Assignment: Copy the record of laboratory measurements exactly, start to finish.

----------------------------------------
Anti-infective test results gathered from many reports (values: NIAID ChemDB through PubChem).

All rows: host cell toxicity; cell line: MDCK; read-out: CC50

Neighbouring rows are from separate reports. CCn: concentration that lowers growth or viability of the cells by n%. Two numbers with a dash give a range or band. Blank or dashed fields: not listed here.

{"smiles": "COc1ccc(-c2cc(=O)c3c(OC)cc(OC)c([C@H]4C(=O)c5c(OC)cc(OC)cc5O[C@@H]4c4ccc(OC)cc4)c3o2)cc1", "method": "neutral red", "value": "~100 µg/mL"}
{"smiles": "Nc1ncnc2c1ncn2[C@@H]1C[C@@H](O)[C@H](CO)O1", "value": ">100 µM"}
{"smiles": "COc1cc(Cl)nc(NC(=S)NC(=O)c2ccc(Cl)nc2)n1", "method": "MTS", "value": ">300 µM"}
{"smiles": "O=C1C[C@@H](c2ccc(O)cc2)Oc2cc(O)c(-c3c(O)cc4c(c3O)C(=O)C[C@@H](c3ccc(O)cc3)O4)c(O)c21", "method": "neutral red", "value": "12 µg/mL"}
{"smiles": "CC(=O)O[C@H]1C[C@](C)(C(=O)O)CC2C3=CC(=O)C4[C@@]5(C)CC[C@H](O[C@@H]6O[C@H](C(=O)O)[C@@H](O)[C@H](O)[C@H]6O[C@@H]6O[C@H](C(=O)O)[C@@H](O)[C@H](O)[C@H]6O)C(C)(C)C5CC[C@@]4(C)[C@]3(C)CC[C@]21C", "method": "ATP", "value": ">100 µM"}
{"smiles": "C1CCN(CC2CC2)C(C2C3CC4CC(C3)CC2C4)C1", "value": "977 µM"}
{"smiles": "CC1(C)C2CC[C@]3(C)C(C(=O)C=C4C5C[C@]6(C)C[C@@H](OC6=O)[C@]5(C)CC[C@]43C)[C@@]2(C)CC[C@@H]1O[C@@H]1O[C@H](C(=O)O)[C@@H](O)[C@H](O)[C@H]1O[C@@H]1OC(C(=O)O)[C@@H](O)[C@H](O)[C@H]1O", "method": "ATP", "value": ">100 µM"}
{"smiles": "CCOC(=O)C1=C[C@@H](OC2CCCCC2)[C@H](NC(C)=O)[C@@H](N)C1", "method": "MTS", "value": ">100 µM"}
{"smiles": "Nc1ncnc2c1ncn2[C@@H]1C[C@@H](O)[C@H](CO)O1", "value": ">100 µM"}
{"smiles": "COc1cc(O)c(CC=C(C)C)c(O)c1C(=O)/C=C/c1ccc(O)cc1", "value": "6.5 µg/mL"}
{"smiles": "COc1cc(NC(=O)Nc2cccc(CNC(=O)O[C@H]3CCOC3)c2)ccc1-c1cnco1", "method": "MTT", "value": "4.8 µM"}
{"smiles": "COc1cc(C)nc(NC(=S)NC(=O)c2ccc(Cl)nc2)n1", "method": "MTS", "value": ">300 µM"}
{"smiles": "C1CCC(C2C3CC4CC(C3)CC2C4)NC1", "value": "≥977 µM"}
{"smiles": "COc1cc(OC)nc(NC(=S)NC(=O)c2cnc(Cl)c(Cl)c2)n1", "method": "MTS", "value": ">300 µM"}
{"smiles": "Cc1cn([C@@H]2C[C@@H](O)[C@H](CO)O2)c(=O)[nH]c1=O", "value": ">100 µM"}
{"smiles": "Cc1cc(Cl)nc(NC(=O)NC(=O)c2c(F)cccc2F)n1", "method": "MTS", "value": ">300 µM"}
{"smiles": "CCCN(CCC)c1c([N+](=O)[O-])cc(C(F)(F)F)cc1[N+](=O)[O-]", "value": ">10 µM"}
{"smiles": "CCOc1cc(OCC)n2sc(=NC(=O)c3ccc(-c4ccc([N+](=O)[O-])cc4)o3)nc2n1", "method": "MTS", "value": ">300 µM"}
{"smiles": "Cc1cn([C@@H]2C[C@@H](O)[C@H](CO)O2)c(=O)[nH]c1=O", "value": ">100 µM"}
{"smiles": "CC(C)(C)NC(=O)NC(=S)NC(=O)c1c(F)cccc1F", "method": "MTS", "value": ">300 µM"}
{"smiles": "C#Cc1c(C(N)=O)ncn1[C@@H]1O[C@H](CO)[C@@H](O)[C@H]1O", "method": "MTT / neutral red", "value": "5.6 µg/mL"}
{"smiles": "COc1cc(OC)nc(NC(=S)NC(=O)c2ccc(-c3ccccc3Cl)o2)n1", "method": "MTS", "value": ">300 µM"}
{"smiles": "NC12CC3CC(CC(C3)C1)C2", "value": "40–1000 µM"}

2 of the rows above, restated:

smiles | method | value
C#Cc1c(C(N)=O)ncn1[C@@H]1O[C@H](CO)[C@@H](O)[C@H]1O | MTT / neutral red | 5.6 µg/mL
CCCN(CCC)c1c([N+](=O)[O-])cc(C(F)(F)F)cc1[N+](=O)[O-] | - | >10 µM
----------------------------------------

Anti-infective test results gathered from many reports (values: NIAID ChemDB through PubChem).

All rows: host cell toxicity; cell line: MDCK; read-out: CC50

Neighbouring rows are from separate reports. CCn: concentration that lowers growth or viability of the cells by n%. Two numbers with a dash give a range or band. Blank or dashed fields: not listed here.

{"smiles": "COc1ccc(-c2cc(=O)c3c(OC)cc(OC)c([C@H]4C(=O)c5c(OC)cc(OC)cc5O[C@@H]4c4ccc(OC)cc4)c3o2)cc1", "method": "neutral red", "value": "~100 µg/mL"}
{"smiles": "Nc1ncnc2c1ncn2[C@@H]1C[C@@H](O)[C@H](CO)O1", "value": ">100 µM"}
{"smiles": "COc1cc(Cl)nc(NC(=S)NC(=O)c2ccc(Cl)nc2)n1", "method": "MTS", "value": ">300 µM"}
{"smiles": "O=C1C[C@@H](c2ccc(O)cc2)Oc2cc(O)c(-c3c(O)cc4c(c3O)C(=O)C[C@@H](c3ccc(O)cc3)O4)c(O)c21", "method": "neutral red", "value": "12 µg/mL"}
{"smiles": "CC(=O)O[C@H]1C[C@](C)(C(=O)O)CC2C3=CC(=O)C4[C@@]5(C)CC[C@H](O[C@@H]6O[C@H](C(=O)O)[C@@H](O)[C@H](O)[C@H]6O[C@@H]6O[C@H](C(=O)O)[C@@H](O)[C@H](O)[C@H]6O)C(C)(C)C5CC[C@@]4(C)[C@]3(C)CC[C@]21C", "method": "ATP", "value": ">100 µM"}
{"smiles": "C1CCN(CC2CC2)C(C2C3CC4CC(C3)CC2C4)C1", "value": "977 µM"}
{"smiles": "CC1(C)C2CC[C@]3(C)C(C(=O)C=C4C5C[C@]6(C)C[C@@H](OC6=O)[C@]5(C)CC[C@]43C)[C@@]2(C)CC[C@@H]1O[C@@H]1O[C@H](C(=O)O)[C@@H](O)[C@H](O)[C@H]1O[C@@H]1OC(C(=O)O)[C@@H](O)[C@H](O)[C@H]1O", "method": "ATP", "value": ">100 µM"}
{"smiles": "CCOC(=O)C1=C[C@@H](OC2CCCCC2)[C@H](NC(C)=O)[C@@H](N)C1", "method": "MTS", "value": ">100 µM"}
{"smiles": "Nc1ncnc2c1ncn2[C@@H]1C[C@@H](O)[C@H](CO)O1", "value": ">100 µM"}
{"smiles": "COc1cc(O)c(CC=C(C)C)c(O)c1C(=O)/C=C/c1ccc(O)cc1", "value": "6.5 µg/mL"}
{"smiles": "COc1cc(NC(=O)Nc2cccc(CNC(=O)O[C@H]3CCOC3)c2)ccc1-c1cnco1", "method": "MTT", "value": "4.8 µM"}
{"smiles": "COc1cc(C)nc(NC(=S)NC(=O)c2ccc(Cl)nc2)n1", "method": "MTS", "value": ">300 µM"}
{"smiles": "C1CCC(C2C3CC4CC(C3)CC2C4)NC1", "value": "≥977 µM"}
{"smiles": "COc1cc(OC)nc(NC(=S)NC(=O)c2cnc(Cl)c(Cl)c2)n1", "method": "MTS", "value": ">300 µM"}
{"smiles": "Cc1cn([C@@H]2C[C@@H](O)[C@H](CO)O2)c(=O)[nH]c1=O", "value": ">100 µM"}
{"smiles": "Cc1cc(Cl)nc(NC(=O)NC(=O)c2c(F)cccc2F)n1", "method": "MTS", "value": ">300 µM"}
{"smiles": "CCCN(CCC)c1c([N+](=O)[O-])cc(C(F)(F)F)cc1[N+](=O)[O-]", "value": ">10 µM"}
{"smiles": "CCOc1cc(OCC)n2sc(=NC(=O)c3ccc(-c4ccc([N+](=O)[O-])cc4)o3)nc2n1", "method": "MTS", "value": ">300 µM"}
{"smiles": "Cc1cn([C@@H]2C[C@@H](O)[C@H](CO)O2)c(=O)[nH]c1=O", "value": ">100 µM"}
{"smiles": "CC(C)(C)NC(=O)NC(=S)NC(=O)c1c(F)cccc1F", "method": "MTS", "value": ">300 µM"}
{"smiles": "C#Cc1c(C(N)=O)ncn1[C@@H]1O[C@H](CO)[C@@H](O)[C@H]1O", "method": "MTT / neutral red", "value": "5.6 µg/mL"}
{"smiles": "COc1cc(OC)nc(NC(=S)NC(=O)c2ccc(-c3ccccc3Cl)o2)n1", "method": "MTS", "value": ">300 µM"}
{"smiles": "NC12CC3CC(CC(C3)C1)C2", "value": "40–1000 µM"}

2 of the rows above, restated:

smiles | method | value
C#Cc1c(C(N)=O)ncn1[C@@H]1O[C@H](CO)[C@@H](O)[C@H]1O | MTT / neutral red | 5.6 µg/mL
CCCN(CCC)c1c([N+](=O)[O-])cc(C(F)(F)F)cc1[N+](=O)[O-] | - | >10 µM